Back on Feb. 11, 2022, the marketing team at SE Ranking, then located in Kyiv, Ukraine, invited me to give an online presentation about my Search Engine Journal article entitled, “Video SEO: 10 Steps to Optimizing Videos for Search and Discovery.”
I quickly accepted.
I didn’t hear back from them for several days, and I learned later from Svetlana Shchehel, an editor at SE Ranking and fellow SEJ contributor:
“Some of us have spent days on the road striving to bring our families to a safer place. Some are still in Kyiv and other cities of Ukraine, trying to do their daily routine to the sounds of air raid sirens.
All of us feel scared and devastated, but also hopeful and strong.”
That’s when I decided to go beyond presenting a PowerPoint version of my Search Engine Journal article.
And that’s why I opened my presentation at their webinar on April 14 with a snapshot of “The real price of war.”
I said, “Ukrainians are a big part of the SE Ranking team. Tatiana Perebeinis, the chief accountant of SE Ranking, and her two children, Mykyta, 18, and Alisa, 9, along with a church volunteer helping them, Anatoly Berezhnyi, 26, were killed on Sunday, March 6, crossing the concrete remnants of a damaged bridge in their town of Irpin, to evacuate to Kyiv.”
Now, as I said then, I can’t help Ukraine produce more YouTube videos that people in Europe will watch and share.
But I can teach you how to optimize videos that tell the truth about the war, so they are discovered when people conduct relevant searches on YouTube, the world’s second-largest search engine.
Here’s a quick reference, and we’ll dig in below.
How YouTube’s Algorithm Works
YouTube’s algorithm tries to match each viewer to the videos they are most likely to watch and enjoy.
With more than 500 hours of video content uploaded every minute, this is quite a challenge.
YouTube’s search and discovery systems tackle this Herculean task by paying attention to viewers instead of videos.
YouTube’s algorithm “follows the audience” by paying attention to things like:
- What they watch.
- What they don’t watch.
- How much time they spend watching.
- Their sharing, likes, and dislikes.
- “Not interested” feedback and satisfaction surveys.
Next, I explained that YouTube has multiple algorithms, including ones for:
- YouTube Search: Videos are ranked based on how well the title, description, and video content match the viewer’s search and which videos drive the most engagement for a search.
- Up Next: Videos are ranked to offer viewers videos they’re most likely to watch next. These videos are often related to the video an audience is watching, but they can also be personalized based on watch history.
- Your homepage: Videos are selected based on how well they have interested and satisfied similar viewers, how often viewers watch a channel or topic, and how many times YouTube has already shown each video.
- YouTube Shorts: YouTube wants both short and long videos to succeed. So, broadly speaking, relative watch time is more important for short videos, and absolute watch time is more important for longer videos.
But you don’t have to be an expert in YouTube’s algorithms to be successful. Instead, you focus on knowing your audience.
YouTube’s search and discovery system doesn’t “promote” videos to your audience. It ‘finds’ videos for each viewer and their varying interests.
The goal is to get people to watch more videos they enjoy so they will come back to YouTube regularly.
For example, Volodymyr Zelensky, President of Ukraine, made an emotional appeal to members of the U.S. Congress for additional help in defending Ukraine from Russia’s invasion.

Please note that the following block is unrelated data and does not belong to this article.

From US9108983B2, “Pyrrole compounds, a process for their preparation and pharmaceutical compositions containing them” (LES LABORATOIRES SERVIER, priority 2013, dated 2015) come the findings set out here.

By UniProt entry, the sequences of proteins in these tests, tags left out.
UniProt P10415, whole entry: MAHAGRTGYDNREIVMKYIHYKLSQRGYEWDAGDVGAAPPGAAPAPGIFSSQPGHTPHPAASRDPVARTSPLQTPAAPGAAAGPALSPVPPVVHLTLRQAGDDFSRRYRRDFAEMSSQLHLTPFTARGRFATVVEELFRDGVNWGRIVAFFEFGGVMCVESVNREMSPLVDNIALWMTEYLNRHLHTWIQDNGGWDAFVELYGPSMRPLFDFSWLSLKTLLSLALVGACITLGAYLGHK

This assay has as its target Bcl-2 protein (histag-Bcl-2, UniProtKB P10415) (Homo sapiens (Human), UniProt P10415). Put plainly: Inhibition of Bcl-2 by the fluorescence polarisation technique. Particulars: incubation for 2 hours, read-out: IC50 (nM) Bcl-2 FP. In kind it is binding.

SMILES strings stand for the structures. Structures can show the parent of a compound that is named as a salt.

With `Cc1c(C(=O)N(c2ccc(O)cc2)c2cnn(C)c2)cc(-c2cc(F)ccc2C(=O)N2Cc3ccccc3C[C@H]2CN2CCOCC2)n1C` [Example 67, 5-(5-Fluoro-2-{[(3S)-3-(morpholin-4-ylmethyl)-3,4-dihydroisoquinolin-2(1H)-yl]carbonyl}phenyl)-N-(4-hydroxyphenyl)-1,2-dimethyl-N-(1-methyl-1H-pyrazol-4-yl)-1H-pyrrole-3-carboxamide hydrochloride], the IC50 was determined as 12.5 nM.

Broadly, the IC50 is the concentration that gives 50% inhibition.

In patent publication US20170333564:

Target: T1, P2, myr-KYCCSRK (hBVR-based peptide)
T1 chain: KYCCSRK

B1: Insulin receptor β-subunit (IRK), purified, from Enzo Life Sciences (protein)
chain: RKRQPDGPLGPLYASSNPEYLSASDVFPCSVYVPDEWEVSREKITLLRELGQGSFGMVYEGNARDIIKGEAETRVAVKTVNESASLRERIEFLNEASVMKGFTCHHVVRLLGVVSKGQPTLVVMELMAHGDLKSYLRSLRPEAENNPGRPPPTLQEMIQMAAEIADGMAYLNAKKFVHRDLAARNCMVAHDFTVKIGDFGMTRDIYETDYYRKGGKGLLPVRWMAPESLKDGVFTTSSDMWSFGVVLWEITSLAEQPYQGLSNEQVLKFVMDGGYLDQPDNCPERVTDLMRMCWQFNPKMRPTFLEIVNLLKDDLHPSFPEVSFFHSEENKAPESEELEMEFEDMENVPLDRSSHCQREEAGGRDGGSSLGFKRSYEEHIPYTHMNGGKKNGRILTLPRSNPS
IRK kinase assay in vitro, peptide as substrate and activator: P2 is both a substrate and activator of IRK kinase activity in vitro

His 18-minute address included a powerful video set to haunting violin music, juxtaposing Ukraine’s pre-invasion joy and beauty with graphic images of the war’s death and destruction that brought some lawmakers to tears.
And Tubular Labs data shows 174 accounts uploaded 217 videos about this event to YouTube, resulting in 5.3 million views and 130,000 engagements (e.g., likes, comments, shares).
Most were uploaded in the News & Politics category, but the video with the most views and engagements was “Trump Dials Back Putin Praise, Russia Sanctions Prominent Americans & Zelensky Addresses Congress,” which was uploaded in the Comedy category by Jimmy Kimmel Live!
Jimmy Kimmel’s 14:06-long monologue got 1.6 million views and 28,500 engagements.
WION, an Indian multinational English language news channel headquartered in New Delhi, uploaded a news story that was 48:13-long, which got 561,000 views and less than 7,800 engagements.
Meanwhile, CNN’s 6:06-long news story got 371,000 views and 13,400 engagements. I’d call these results counter-intuitive.
After providing this background, I presented an update to the 10 steps for optimizing videos.
Step 1: Conduct Keyword Research For YouTube
The first step is conducting keyword research.
Instead of trying to cover the 10 best YouTube keyword tool alternatives, I focused on just four:
- Search predictions: Start typing a term in YouTube’s search box. The autocomplete feature will provide you with a series of search predictions related to what you’ve already typed in and what other people are searching for.
- Keyword Tool for YouTube: The Keyword Tool for YouTube pulls more than 750 long-tail search term suggestions from YouTube’s search predictions by appending and prepending the keyword you specify with letters and numbers.
- Google Trends: Google Trends shows you “web search” interest by default. But, click on the Web Search button, and a drop-down menu will show you other options, including YouTube Search trends back to 2008.
- vidIQ: When you search on YouTube, vidIQ displays how hot (or not) the keyword or phrase is based on its search volume and competition. It’s also worth noting that Ukrainians make up a large part of vidIQ’s team.
Step 2: Optimize Videos Specifically For YouTube Search
The second step is optimizing your videos for YouTube Search, which prioritizes:
- Relevance: YouTube looks at many factors, such as how well the title, description, hashtags, and video content match a viewer’s search query.
- Engagement: YouTube looks at the watch time of a particular video for a particular query to determine if the video is considered relevant to the query by other users.